But by flatly refusing to cooperate further, it now risks being held in contempt again by Robinson, as it acknowledges in the notice it filed.

“The Department understands that this decision may result in the Court imposing a sanction against the United States,” it wrote, adding that it believed that would be unwarranted and the cases can proceed to resolution without further discovery.

The Federal Public Defender’s office in Kansas, which represents the inmates and spearheaded the investigation into the recordings, declined to comment on the filing.

The 30-page document was signed by Stephen R. McAllister, the U.S. Attorney for the District of Kansas. Although the document says the office’s decision was taken after “careful consideration and review by the Department of Justice,” no attorneys from the Justice Department signed it.

Jim Cross, a spokesman for McAllister, said the filing “speaks for itself.”

This latest twist in the recordings saga comes just weeks after CoreCivic and the operator of the prison’s telephone system, Securus Technologies Inc., agreed to pay $3.7 million to resolve a class action lawsuit brought by attorneys whose conversations with their clients were recorded at Leavenworth.

That settlement, in turn, came a year after the two companies agreed to pay $1.45 million to settle a separate class action brought by inmates.

Michael Hodgson, an attorney who represented the attorneys in the first class action case, said he had read the U.S. Attorney’s filing and had never seen anything like it in 17 years of practicing in the federal courts.

“I read it and I thought, ‘Wow,’” he said.

In its filing, the U.S. Attorney’s office said that Robinson and the special master have investigated its conduct for four years, “much as a financial auditor would minutely review a corporation’s every file and document,” irrespective of the narrow issues it says the cases present.

The U.S. Attorney claims that “there is not a shred of evidence” in any of the cases that have been brought by inmates “that any prosecutor intruded on the attorney-client relationship of any of these petitioners in order to obtain a conviction or an advantage at sentencing.”

Kansas Headlines

2020 Organic Certification Cost Share Program Now Accepting Applications

MANHATTAN, Kansas — The Kansas Department of Agriculture has funds available for the National Organic Certification Cost Share Program (NOCCSP). Through this program, farms,...

USDA Invests Over $471,000 in Renewable Energy in Rural Kansas

TOPEKA, Kan., Sept. 23, 2020 – U.S. Department of Agriculture (USDA) Rural Development State Director for Kansas Lynne Hinrichsen today announced that USDA is...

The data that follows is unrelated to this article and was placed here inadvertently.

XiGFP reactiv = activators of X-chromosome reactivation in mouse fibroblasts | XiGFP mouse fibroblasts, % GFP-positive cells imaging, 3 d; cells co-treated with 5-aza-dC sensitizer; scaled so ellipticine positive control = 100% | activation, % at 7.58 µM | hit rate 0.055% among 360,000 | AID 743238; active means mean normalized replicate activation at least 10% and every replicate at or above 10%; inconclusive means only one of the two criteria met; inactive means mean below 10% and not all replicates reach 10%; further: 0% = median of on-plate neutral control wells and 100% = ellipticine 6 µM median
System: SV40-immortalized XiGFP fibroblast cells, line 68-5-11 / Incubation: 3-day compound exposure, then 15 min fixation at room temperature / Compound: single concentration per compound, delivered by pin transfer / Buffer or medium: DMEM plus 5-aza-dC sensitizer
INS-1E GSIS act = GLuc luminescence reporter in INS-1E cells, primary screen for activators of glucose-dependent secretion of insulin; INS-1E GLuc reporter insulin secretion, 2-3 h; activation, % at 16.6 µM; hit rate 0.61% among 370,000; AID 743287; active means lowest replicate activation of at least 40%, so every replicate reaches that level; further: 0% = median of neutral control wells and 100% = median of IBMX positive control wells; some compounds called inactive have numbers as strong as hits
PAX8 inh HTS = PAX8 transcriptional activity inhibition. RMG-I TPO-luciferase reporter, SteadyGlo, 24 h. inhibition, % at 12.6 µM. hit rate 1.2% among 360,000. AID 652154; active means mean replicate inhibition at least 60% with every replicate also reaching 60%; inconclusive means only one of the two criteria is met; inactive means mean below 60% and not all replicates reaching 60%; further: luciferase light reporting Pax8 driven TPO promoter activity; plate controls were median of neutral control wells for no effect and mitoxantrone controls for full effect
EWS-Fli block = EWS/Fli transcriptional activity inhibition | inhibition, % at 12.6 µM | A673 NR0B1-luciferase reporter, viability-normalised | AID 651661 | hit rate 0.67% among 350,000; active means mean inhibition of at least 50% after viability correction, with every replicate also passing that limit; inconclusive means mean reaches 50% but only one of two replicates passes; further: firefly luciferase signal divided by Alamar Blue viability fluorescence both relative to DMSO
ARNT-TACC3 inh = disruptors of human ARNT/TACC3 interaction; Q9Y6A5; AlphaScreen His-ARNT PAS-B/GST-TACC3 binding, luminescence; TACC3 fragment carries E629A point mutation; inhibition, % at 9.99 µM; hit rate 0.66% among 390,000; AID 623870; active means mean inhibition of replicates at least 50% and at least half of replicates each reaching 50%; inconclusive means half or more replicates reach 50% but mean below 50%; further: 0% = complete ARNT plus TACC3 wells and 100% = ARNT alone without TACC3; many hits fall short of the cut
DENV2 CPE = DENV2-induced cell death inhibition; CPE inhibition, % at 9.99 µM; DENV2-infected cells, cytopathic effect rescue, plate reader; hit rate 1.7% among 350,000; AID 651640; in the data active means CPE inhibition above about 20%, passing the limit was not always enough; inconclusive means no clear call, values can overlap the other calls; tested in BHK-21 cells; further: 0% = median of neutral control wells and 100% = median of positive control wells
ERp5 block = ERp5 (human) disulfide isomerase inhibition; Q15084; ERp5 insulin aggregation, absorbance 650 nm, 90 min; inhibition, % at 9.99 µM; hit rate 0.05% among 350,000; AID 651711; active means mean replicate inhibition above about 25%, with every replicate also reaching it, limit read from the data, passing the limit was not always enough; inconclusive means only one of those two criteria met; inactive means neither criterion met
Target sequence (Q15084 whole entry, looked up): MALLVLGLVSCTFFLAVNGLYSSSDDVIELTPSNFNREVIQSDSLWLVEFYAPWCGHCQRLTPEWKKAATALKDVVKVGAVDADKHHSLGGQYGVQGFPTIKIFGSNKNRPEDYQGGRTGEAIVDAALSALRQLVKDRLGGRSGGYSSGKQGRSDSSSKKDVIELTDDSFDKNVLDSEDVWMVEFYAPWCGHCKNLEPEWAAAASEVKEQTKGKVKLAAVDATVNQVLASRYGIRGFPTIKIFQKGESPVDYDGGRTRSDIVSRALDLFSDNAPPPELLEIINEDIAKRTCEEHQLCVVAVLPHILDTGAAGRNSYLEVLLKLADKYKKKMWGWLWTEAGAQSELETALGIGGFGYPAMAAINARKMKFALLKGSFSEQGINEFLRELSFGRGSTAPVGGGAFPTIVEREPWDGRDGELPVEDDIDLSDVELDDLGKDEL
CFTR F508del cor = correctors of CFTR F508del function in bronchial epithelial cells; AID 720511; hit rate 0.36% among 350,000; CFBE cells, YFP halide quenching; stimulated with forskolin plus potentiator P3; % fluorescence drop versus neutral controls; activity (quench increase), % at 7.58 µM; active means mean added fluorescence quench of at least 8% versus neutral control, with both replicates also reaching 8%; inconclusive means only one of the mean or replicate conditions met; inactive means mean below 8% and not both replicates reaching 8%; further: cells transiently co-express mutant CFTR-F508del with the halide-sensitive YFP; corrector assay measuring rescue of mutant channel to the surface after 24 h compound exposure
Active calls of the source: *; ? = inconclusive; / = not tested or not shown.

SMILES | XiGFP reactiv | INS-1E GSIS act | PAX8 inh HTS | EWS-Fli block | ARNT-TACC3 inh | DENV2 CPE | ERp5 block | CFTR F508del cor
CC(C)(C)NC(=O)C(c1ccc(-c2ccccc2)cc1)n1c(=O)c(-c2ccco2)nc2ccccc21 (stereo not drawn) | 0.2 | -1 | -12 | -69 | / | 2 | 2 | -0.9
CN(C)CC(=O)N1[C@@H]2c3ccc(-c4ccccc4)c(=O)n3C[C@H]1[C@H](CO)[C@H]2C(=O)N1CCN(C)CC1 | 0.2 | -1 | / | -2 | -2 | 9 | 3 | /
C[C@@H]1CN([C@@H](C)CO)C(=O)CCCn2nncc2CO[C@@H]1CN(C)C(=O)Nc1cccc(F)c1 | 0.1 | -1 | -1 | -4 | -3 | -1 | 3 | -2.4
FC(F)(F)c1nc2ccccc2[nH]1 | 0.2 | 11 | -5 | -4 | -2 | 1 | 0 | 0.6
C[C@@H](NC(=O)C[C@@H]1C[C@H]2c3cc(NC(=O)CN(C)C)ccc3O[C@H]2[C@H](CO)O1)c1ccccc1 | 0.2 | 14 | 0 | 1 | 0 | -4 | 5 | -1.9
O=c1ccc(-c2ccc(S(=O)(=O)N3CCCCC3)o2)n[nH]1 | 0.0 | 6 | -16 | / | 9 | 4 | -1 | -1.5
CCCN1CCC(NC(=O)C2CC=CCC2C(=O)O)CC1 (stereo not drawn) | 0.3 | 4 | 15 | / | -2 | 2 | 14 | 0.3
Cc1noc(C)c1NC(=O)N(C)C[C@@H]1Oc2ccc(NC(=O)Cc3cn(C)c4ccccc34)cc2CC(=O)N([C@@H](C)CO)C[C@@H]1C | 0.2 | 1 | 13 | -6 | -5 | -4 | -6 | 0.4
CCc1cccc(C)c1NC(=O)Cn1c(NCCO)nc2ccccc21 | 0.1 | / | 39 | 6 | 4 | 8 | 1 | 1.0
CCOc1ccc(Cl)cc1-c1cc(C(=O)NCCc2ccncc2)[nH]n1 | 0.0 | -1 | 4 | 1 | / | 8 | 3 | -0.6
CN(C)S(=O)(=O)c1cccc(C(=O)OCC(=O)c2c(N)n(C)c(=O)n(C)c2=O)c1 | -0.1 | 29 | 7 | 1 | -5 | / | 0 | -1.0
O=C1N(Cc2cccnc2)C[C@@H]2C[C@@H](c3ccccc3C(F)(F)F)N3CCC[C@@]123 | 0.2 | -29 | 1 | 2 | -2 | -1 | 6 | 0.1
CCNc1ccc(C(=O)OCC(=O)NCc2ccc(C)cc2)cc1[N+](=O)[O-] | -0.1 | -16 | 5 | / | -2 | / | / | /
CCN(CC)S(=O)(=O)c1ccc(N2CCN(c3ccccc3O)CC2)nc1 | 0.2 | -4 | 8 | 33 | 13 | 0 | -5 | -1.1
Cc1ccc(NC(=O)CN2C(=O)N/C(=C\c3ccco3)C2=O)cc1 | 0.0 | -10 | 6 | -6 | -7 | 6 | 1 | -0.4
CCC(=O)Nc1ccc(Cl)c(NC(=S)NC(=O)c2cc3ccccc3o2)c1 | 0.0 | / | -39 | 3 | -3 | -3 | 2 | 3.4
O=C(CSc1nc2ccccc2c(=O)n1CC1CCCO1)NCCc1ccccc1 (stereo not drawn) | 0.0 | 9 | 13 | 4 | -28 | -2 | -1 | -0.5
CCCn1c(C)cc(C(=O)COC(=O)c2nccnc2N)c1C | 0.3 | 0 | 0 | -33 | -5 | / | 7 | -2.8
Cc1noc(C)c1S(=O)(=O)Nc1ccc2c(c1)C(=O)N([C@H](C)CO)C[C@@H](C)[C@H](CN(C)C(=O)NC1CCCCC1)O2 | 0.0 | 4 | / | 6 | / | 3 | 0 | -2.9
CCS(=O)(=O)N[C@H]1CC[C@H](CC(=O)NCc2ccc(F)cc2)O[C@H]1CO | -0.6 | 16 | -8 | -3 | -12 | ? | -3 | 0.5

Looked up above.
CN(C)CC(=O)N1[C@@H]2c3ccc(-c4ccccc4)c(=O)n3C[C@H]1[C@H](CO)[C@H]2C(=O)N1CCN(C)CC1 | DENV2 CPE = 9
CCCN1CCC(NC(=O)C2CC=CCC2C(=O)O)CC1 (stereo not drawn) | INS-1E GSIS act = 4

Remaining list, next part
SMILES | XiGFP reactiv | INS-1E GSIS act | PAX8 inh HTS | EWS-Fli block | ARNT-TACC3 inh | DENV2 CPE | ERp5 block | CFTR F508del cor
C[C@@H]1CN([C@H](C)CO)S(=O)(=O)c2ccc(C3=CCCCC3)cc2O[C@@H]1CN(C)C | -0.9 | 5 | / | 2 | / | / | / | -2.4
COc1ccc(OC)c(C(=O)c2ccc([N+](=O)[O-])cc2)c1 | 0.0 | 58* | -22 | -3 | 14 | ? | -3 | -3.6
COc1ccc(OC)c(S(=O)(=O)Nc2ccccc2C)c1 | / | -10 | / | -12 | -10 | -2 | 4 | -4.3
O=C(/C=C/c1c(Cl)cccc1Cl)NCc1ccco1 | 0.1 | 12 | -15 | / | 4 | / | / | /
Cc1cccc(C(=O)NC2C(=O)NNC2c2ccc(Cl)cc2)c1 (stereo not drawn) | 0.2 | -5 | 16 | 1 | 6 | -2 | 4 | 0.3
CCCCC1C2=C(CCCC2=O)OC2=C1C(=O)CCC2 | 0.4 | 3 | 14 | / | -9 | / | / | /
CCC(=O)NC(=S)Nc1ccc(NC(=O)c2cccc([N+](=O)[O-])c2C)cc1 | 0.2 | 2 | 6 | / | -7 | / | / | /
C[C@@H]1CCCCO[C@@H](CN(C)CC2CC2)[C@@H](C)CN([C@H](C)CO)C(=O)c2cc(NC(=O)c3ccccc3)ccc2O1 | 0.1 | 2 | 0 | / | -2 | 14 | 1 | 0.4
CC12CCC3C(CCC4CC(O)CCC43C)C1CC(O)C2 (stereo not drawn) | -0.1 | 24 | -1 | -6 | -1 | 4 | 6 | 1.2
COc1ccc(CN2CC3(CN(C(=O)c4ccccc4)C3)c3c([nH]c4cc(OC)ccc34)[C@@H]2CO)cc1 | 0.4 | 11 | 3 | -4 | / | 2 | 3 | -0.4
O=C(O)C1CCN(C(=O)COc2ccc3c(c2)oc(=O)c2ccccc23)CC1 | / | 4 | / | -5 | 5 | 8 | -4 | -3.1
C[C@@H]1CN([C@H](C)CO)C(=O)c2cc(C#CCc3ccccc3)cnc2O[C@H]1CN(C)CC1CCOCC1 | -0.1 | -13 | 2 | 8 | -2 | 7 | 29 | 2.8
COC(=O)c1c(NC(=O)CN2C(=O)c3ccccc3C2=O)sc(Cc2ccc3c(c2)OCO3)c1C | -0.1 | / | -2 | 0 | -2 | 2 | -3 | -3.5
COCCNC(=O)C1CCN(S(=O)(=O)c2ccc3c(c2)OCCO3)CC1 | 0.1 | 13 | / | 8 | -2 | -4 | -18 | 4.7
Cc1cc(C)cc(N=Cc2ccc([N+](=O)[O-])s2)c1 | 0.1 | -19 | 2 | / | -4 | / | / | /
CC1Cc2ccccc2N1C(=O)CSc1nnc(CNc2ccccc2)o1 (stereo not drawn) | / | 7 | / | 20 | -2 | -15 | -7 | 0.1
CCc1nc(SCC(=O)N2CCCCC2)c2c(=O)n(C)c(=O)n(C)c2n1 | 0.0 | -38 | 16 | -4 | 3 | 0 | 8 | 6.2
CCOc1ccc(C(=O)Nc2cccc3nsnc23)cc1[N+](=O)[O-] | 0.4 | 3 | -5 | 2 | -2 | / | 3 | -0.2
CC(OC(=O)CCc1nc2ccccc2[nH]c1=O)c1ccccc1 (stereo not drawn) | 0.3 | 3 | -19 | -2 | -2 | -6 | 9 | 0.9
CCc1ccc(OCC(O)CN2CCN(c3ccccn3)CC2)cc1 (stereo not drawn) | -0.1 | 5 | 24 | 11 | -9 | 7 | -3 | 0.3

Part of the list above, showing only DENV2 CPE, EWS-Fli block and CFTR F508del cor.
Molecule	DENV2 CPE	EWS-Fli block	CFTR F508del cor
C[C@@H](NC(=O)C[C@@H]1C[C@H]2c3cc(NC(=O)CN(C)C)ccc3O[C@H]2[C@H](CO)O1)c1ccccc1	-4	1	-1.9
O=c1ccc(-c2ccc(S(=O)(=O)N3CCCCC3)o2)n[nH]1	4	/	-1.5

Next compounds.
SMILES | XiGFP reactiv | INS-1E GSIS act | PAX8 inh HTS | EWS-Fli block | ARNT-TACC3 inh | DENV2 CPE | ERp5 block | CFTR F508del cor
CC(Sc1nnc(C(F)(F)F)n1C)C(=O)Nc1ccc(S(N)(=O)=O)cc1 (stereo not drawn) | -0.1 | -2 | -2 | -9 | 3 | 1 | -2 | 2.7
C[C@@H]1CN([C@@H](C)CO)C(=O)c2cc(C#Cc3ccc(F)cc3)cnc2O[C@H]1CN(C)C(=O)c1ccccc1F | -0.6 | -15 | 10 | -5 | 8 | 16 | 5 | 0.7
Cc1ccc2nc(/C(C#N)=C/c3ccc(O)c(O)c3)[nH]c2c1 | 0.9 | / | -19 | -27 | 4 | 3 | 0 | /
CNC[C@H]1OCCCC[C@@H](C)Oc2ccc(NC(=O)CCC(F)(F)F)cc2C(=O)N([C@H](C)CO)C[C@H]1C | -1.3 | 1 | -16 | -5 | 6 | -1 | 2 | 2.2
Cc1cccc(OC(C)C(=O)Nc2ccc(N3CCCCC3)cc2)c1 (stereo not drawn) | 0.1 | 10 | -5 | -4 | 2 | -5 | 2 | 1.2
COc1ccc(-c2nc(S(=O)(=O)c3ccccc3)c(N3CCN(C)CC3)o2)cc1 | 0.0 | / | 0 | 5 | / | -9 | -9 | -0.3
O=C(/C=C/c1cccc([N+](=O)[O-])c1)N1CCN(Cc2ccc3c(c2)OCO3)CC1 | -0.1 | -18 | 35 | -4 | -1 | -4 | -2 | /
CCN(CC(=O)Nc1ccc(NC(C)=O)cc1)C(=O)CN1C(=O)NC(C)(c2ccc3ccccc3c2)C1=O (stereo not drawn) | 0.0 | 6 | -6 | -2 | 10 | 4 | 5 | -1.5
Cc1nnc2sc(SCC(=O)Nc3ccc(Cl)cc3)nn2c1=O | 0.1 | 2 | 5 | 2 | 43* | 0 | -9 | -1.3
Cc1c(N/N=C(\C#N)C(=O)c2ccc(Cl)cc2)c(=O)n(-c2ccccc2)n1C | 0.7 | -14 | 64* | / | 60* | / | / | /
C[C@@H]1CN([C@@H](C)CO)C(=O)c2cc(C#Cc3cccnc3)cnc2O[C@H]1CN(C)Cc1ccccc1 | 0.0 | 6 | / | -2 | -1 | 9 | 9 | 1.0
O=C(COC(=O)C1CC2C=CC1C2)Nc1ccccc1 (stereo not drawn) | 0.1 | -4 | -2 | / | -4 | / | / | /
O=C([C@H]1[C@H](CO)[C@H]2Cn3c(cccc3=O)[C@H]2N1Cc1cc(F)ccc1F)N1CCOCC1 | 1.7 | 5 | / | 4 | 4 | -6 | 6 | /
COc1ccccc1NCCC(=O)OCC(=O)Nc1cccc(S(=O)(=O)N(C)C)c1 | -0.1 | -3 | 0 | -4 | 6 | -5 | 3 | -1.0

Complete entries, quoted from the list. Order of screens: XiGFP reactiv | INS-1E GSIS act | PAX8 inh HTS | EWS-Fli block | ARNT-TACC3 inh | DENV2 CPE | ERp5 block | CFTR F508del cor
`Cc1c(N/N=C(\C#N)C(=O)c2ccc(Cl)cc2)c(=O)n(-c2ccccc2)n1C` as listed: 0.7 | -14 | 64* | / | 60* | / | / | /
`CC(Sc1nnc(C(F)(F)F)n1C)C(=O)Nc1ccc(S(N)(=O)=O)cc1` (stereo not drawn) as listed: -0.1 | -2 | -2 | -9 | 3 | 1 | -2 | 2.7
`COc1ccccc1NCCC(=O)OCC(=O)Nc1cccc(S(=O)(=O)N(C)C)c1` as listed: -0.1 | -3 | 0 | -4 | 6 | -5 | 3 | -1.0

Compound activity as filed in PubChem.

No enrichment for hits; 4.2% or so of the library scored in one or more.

Homicide investigation in Elk County

ELK COUNTY– The Kansas Bureau of Investigation (KBI) and the Elk County Sheriff’s Office are investigating a homicide that occurred in Longton,...

KDHE Amends Travel Quarantine List

TOPEKA – The Kansas Department of Health and Environment (KDHE) has amended its travel quarantine list to include Aruba. Aruba was previously on the...

Death Investigation Underway In Allen County

ALLEN COUNTY– The Kansas Bureau of Investigation (KBI), the Iola Police Department, and the Allen County Sheriff’s Office are investigating a death that occurred...

Kansas News Service

Kansas Nursing Homes Still Waiting On Coronavirus Testing Gear From The Feds, And Can’t Afford Labs

By Celia Llopis-Jepsen - Kansas News Service Phillips County Retirement Center got a coronavirus testing machine this month from the U.S. Department of Health and...

Scathing Federal Inspection Pulls Curtain Back On One Of Kansas’ Deadliest Coronavirus Outbreaks

By Celia Llopis-Jepsen - Kansas News Service At a Kansas City, Kansas, nursing home, employees tested positive for COVID-19 and went back to work the...

Federal Prosecutors Defy Court Order In Cases Over Attorney-Client Recordings In Leavenworth

By Dan Margolies - Kansas News Service The U.S. Attorney’s office in Kansas City, Kansas, says it will no longer cooperate with cases brought by...

Emails Show Kansas Agencies Helped Keep Meatpacking Plants Open Despite Concerns About Coronavirus

By Corinne Boyer - Kansas News Service GARDEN CITY, Kansas — In mid-May, Finney County’s top public health physician sent an email to state health...

Kansas Teachers Could Owe Their Schools Thousands If They Quit Over Coronavirus Concerns

By Stephan Bisaha - Kansas News Service WICHITA, Kansas — Kansas teachers that don’t feel safe going back to crowded hallways as schools reopen could take...